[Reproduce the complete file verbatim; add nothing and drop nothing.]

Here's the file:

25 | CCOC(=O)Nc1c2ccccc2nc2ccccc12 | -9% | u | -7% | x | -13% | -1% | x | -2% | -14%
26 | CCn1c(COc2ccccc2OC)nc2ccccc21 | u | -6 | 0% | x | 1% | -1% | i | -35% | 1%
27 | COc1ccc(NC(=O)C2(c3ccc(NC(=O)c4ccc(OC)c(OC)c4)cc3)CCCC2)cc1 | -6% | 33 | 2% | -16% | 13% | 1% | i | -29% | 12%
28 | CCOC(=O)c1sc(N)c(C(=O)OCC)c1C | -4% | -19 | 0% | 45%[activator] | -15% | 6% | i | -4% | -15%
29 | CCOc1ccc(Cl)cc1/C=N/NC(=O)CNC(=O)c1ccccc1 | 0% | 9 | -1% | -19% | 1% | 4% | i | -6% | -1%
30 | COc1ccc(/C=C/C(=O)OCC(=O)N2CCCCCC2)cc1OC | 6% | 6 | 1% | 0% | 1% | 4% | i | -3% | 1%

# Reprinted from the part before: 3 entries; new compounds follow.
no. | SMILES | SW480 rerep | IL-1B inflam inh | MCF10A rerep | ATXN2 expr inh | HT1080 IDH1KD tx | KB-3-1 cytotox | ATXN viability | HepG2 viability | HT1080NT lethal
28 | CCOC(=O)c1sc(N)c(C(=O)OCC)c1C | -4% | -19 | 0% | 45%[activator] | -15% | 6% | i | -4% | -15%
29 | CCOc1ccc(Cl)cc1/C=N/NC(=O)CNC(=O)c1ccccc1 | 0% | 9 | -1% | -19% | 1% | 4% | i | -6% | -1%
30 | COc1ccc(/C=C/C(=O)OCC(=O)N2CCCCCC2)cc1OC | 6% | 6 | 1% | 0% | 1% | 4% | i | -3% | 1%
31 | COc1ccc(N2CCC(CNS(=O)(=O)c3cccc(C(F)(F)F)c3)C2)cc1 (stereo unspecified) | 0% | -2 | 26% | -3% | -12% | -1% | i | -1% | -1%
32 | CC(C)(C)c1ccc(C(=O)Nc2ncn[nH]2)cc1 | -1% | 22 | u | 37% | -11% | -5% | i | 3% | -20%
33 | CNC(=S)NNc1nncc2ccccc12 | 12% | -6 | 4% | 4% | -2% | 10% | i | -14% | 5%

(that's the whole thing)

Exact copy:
25 | CCOC(=O)Nc1c2ccccc2nc2ccccc12 | -9% | u | -7% | x | -13% | -1% | x | -2% | -14%
26 | CCn1c(COc2ccccc2OC)nc2ccccc21 | u | -6 | 0% | x | 1% | -1% | i | -35% | 1%
27 | COc1ccc(NC(=O)C2(c3ccc(NC(=O)c4ccc(OC)c(OC)c4)cc3)CCCC2)cc1 | -6% | 33 | 2% | -16% | 13% | 1% | i | -29% | 12%
28 | CCOC(=O)c1sc(N)c(C(=O)OCC)c1C | -4% | -19 | 0% | 45%[activator] | -15% | 6% | i | -4% | -15%
29 | CCOc1ccc(Cl)cc1/C=N/NC(=O)CNC(=O)c1ccccc1 | 0% | 9 | -1% | -19% | 1% | 4% | i | -6% | -1%
30 | COc1ccc(/C=C/C(=O)OCC(=O)N2CCCCCC2)cc1OC | 6% | 6 | 1% | 0% | 1% | 4% | i | -3% | 1%

# Reprinted from the part before: 3 entries; new compounds follow.
no. | SMILES | SW480 rerep | IL-1B inflam inh | MCF10A rerep | ATXN2 expr inh | HT1080 IDH1KD tx | KB-3-1 cytotox | ATXN viability | HepG2 viability | HT1080NT lethal
28 | CCOC(=O)c1sc(N)c(C(=O)OCC)c1C | -4% | -19 | 0% | 45%[activator] | -15% | 6% | i | -4% | -15%
29 | CCOc1ccc(Cl)cc1/C=N/NC(=O)CNC(=O)c1ccccc1 | 0% | 9 | -1% | -19% | 1% | 4% | i | -6% | -1%
30 | COc1ccc(/C=C/C(=O)OCC(=O)N2CCCCCC2)cc1OC | 6% | 6 | 1% | 0% | 1% | 4% | i | -3% | 1%
31 | COc1ccc(N2CCC(CNS(=O)(=O)c3cccc(C(F)(F)F)c3)C2)cc1 (stereo unspecified) | 0% | -2 | 26% | -3% | -12% | -1% | i | -1% | -1%
32 | CC(C)(C)c1ccc(C(=O)Nc2ncn[nH]2)cc1 | -1% | 22 | u | 37% | -11% | -5% | i | 3% | -20%
33 | CNC(=S)NNc1nncc2ccccc12 | 12% | -6 | 4% | 4% | -2% | 10% | i | -14% | 5%